blog | Doug Stevens | October 7, 2014 7:30 pm | Leave a Comment
Have Product Advancements Made BYOD Obsolete?
Balancing Choice and IT Standards
Many believe that ‘Bring Your Own Device’ (BYOD) as an IT mobile management strategy was sown in the 2006 and 2007 timeframe with the introduction of iPhone and Android smartphones. At that time simple phones along with Treo, BlackBerry and Windows devices had been the staple in enterprises. Corporations and government agencies with serious security concerns had settled on BlackBerry due to its encrypted data transmission capability along with BES Server functionality which was a precursor to today’s Mobile Device Management (MDM) solutions.
The years that followed 2007 produced an explosion of smartphone devices with enormous customer appeal which launched the first decade of the millennium into mobile device commotion. Individuals wanted to use the advanced interfaces of these leading-edge consumer devices in their businesses. Then, all that was needed was voice communication and email. By 2008, Apple and Android had supported ActiveSync link which gave access to the Microsoft Exchange server and business users everywhere saw the new features of these smartphones as essential for business use. Information Technology managers began to chafe under the pressure and the pundits in the research organizations captured this angst under the banner of Bring-Your-Own-Device (BYOD).
After several years of BYOD debate, recent industry studies are finding enterprises are pulling back from the idea that the solution to BYOD is individual employee liability. In an article called ‘BYOD, Still a Work in Progress’ Bob O’Donnell (see link below for full article) notes that “20% of all IT decision-maker respondents with BYOD programs and 29% of the medium-sized business group said they have started to pull back a bit from their earliest efforts.” The reasons for the pullback are varied and numerous, but they illuminate the reality that BYOD individual liability is not the complete answer for all organizations, or even most organizations.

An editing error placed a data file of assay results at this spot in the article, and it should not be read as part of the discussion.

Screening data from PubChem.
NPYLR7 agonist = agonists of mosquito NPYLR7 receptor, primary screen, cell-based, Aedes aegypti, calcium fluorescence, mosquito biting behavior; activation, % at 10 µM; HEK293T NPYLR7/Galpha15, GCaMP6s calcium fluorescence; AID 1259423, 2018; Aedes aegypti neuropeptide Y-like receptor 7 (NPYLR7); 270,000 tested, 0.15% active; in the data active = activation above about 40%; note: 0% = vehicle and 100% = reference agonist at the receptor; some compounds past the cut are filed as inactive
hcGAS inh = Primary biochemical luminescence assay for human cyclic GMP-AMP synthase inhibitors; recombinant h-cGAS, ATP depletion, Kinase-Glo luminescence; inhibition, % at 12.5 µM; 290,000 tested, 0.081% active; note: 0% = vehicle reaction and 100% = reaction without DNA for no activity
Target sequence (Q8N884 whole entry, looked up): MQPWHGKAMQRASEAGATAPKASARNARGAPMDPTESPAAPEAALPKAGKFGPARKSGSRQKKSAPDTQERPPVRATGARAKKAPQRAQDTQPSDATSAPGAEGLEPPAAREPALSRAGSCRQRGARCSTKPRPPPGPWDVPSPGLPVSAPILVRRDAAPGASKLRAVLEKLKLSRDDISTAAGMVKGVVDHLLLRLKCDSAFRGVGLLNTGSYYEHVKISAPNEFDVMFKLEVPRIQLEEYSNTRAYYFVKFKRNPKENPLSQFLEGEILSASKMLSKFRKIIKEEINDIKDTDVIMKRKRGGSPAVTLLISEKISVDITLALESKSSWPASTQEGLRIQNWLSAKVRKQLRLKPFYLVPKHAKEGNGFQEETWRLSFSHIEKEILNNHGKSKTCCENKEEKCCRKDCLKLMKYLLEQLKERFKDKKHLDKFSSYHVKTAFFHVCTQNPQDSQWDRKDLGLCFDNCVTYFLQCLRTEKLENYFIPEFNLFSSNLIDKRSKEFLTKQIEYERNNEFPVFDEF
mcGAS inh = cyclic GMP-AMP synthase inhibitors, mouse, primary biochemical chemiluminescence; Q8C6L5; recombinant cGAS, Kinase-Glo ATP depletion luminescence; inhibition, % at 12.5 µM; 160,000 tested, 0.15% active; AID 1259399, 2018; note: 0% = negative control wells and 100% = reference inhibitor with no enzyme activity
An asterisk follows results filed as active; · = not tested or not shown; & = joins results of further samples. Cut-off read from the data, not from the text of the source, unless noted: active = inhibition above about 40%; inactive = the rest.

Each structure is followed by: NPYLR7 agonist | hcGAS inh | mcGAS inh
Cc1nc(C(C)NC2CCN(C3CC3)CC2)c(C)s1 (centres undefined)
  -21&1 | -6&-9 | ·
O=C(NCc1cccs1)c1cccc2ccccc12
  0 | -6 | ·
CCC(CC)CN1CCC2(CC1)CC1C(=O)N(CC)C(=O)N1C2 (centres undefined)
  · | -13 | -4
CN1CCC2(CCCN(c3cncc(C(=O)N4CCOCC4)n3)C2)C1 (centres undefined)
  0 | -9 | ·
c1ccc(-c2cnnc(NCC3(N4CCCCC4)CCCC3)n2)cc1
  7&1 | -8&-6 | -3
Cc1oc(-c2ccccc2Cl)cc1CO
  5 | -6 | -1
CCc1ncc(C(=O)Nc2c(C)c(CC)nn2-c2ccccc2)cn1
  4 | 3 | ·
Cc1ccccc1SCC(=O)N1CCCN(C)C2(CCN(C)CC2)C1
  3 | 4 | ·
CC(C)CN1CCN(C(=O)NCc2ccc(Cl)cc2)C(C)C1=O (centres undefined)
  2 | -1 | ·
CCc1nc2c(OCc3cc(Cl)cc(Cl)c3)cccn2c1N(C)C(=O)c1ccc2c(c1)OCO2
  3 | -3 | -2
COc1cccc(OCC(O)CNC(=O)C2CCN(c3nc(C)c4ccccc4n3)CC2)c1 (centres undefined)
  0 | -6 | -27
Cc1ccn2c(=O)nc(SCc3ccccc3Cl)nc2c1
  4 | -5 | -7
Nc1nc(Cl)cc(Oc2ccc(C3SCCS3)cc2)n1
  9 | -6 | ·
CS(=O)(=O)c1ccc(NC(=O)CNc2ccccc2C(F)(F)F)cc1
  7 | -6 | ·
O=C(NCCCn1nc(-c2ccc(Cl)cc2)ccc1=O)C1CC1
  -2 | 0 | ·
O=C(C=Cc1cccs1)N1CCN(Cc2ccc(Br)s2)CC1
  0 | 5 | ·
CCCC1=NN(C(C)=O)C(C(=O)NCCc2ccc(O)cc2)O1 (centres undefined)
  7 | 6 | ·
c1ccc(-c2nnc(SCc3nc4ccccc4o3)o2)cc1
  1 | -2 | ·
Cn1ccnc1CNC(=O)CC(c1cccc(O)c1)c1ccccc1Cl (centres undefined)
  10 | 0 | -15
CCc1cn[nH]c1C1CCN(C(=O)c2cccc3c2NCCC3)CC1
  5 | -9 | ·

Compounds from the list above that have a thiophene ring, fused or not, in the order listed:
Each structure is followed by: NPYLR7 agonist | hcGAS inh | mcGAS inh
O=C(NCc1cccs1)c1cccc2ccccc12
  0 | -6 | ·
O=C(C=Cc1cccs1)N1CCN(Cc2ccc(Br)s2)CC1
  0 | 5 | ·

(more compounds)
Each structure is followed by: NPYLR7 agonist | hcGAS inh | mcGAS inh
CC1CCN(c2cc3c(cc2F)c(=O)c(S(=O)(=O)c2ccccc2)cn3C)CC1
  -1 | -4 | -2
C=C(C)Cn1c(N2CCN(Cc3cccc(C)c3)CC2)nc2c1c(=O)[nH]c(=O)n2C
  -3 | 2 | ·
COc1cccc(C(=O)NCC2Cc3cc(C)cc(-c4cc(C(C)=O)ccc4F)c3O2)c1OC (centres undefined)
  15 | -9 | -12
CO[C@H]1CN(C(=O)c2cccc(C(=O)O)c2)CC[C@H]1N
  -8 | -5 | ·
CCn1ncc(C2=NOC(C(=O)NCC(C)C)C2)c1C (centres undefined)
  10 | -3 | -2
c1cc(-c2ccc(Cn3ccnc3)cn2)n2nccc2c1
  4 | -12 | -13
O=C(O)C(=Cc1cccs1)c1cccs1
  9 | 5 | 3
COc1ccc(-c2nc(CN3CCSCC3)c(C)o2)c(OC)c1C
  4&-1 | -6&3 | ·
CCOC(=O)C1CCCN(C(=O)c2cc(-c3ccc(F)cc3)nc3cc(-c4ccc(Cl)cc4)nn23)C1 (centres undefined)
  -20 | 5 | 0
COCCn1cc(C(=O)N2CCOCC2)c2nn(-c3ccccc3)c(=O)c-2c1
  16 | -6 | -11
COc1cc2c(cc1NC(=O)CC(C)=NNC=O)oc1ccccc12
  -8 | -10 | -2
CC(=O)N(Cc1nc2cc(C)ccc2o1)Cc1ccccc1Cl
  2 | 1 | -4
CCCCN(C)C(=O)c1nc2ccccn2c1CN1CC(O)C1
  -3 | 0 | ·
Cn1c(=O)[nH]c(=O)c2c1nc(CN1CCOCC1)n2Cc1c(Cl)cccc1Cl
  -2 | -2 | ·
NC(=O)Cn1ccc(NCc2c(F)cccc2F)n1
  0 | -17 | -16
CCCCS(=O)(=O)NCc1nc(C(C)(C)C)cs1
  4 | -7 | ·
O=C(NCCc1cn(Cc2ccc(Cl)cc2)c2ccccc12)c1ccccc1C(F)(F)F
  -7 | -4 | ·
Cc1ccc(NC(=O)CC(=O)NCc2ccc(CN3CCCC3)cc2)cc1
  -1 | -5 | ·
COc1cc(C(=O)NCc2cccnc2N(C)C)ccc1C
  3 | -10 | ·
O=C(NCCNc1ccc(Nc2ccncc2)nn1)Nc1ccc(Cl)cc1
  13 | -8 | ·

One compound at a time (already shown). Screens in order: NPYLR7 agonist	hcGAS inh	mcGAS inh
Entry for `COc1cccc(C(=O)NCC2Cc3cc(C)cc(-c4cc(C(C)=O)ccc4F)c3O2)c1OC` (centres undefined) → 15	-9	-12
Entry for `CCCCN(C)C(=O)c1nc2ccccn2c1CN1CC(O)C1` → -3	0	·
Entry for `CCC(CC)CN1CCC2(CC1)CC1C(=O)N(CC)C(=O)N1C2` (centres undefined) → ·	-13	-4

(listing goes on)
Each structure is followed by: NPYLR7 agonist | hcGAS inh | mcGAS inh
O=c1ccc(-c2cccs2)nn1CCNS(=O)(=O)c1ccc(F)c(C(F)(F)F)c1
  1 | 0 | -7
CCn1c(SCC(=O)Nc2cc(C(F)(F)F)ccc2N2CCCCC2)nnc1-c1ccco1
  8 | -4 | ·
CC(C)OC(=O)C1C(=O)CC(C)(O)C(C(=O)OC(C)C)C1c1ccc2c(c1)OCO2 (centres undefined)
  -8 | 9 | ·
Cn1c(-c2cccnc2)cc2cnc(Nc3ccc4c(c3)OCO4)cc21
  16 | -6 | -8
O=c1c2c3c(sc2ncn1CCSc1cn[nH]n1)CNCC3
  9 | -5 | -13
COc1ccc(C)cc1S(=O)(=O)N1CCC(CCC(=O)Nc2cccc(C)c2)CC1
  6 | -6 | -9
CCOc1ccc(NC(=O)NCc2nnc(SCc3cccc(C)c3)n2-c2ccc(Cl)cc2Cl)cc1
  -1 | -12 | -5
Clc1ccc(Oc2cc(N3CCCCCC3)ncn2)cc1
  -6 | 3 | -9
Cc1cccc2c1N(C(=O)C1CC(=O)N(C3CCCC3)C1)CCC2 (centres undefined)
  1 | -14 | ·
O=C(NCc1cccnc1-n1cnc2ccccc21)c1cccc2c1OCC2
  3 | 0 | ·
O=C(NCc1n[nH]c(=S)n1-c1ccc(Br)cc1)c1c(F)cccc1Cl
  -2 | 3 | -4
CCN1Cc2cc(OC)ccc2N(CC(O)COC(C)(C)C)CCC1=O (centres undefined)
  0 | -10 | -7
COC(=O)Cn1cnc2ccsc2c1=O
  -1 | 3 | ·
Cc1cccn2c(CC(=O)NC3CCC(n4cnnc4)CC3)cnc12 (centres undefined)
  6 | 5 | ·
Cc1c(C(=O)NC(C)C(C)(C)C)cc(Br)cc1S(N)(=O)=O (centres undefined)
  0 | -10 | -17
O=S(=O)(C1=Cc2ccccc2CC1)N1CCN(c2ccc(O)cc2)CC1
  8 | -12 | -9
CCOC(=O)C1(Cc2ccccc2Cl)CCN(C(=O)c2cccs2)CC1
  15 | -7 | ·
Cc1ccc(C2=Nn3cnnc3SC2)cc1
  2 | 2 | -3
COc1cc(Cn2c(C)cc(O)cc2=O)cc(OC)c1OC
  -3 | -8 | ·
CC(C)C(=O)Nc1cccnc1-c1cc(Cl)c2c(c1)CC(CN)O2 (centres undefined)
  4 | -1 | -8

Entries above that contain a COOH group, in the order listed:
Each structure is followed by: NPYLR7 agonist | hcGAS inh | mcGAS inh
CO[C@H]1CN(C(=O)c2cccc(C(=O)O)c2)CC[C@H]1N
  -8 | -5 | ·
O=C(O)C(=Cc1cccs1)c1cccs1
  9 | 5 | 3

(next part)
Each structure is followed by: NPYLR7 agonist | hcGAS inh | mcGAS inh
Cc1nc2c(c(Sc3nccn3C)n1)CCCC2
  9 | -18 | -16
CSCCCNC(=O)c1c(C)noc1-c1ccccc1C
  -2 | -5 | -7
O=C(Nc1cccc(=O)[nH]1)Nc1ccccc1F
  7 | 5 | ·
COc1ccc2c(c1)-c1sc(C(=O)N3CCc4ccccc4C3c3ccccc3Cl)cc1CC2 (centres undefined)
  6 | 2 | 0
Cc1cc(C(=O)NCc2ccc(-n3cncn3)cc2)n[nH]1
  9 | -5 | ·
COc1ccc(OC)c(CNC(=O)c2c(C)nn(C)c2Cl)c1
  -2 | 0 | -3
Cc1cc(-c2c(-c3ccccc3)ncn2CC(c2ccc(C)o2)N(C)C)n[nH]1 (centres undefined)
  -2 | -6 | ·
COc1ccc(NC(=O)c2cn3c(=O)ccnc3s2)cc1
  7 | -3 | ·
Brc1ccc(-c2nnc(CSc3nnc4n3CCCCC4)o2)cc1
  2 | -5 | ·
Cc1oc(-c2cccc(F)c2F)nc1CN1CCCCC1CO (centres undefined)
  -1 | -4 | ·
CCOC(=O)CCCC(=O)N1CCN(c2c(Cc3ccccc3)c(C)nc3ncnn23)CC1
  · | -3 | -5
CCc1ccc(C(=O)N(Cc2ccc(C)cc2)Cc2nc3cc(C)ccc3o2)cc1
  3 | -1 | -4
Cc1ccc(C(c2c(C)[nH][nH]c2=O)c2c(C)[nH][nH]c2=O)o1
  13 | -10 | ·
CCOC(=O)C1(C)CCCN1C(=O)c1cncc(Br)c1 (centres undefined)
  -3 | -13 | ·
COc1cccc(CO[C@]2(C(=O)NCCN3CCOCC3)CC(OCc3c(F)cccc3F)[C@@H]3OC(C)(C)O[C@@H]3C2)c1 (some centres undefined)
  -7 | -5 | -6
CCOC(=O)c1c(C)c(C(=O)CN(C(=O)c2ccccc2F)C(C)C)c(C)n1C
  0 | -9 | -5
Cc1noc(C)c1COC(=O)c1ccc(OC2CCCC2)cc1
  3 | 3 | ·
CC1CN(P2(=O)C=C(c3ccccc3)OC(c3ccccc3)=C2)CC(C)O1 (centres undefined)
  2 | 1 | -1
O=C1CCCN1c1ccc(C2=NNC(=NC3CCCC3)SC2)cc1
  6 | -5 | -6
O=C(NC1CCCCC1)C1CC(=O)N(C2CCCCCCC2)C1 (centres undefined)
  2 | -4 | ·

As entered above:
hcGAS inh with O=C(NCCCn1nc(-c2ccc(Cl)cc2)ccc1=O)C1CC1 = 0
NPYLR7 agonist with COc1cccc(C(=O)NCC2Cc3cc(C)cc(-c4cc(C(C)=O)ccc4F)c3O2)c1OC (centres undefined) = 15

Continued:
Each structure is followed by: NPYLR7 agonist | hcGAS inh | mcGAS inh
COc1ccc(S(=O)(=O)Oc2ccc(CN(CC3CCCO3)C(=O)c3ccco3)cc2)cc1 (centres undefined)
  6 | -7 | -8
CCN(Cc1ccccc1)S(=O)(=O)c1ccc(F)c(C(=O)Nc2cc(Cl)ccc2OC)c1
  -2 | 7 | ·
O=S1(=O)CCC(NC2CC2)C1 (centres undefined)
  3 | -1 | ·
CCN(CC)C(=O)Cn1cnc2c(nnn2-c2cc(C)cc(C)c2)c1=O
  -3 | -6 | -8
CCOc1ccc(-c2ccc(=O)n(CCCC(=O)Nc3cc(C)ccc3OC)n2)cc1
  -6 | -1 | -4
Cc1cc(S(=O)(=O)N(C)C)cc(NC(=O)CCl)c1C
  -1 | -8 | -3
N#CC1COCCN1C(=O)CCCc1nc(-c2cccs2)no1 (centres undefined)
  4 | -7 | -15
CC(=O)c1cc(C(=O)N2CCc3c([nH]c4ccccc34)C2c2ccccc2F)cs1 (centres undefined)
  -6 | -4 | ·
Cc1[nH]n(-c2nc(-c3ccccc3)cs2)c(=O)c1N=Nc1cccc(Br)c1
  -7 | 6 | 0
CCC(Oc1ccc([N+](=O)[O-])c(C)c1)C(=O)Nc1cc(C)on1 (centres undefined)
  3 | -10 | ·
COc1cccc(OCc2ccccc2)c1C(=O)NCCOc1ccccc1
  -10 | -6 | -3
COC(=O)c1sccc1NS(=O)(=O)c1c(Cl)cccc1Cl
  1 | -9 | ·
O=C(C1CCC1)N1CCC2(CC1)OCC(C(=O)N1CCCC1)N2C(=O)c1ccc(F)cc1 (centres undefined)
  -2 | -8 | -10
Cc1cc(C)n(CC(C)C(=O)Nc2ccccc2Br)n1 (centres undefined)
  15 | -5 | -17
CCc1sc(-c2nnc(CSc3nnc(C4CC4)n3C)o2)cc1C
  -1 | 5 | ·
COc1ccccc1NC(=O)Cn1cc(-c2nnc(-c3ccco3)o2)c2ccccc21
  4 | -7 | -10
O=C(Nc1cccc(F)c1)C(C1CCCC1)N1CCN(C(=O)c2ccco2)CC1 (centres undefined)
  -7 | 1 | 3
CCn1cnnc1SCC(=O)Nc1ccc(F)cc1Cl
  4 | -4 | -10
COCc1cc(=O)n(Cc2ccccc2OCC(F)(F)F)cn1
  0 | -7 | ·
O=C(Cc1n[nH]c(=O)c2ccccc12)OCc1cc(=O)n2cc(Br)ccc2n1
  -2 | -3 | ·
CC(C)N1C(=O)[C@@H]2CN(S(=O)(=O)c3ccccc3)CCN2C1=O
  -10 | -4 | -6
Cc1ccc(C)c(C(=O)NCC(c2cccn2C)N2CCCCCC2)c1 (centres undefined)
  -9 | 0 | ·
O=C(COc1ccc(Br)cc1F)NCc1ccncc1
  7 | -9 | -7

One interesting trend is so recent that it has not been highlighted in recent analyst commentary. The device that led to the rise of smartphones, the iPhone, with its new iOS 8 operating system, has plugged a number of enterprise capability holes that originally spawned resistance by IT organizations. Robert Sheldon in a recent article ‘Apple iOS 8, iPhone 6 Improves IT Security and Control,’ (see link below for complete article) emphasizes that iOS 8 “has added passcode protection to Mail, Calendar, Contacts and Messages, as well as to third-party apps. It also supports individual email encryption through the use of Secure/Multipurpose Internet Mail Extensions technology.” He further highlights that Apple now supports certificate-based single sign-on (SSO) so secure logins can be made without re-entering credentials as well as improvements that can be utilized by current Mobile Device Management (MDM) tools to increase their effectiveness. It should be noted that Android devices have made security advancements, but because their strategy is built on openness, these advances have not been as significant over time as Apple. There is an inherent conflict with openness and security.
All of following factors: industry frustration with the integral challenges of BYOD, continued technology advancements to address enterprise mobility needs (such as Mobility Managed Services, MDM and security friendly devices) and the new Apple – IBM partnership, may be trending to push BYOD out of the forefront of today’s mobility dialog. Is BYOD about to become outdated? Only you and your organization can make that judgment. If nothing else, the recent trends should bring some pause to those organizations considering an imminent move away from a centralized mobility management strategy. You may wish to reach out to Mobility Strategy experts as it will be costly and time consuming to reverse course and scrap BYOD if you find it was unnecessary in the end. With an undertaking this significant you want to be certain that you are skating to where the puck will be, not where it is currently.
Bob O’Donnell, ‘BYOD, Still a Work in Progress’ http://bit.ly/1hlbkMj
Robert Sheldon, ‘Apple iOS 8, iPhone 6 Improve IT Security and Control’ http://bit.ly/Appleios8security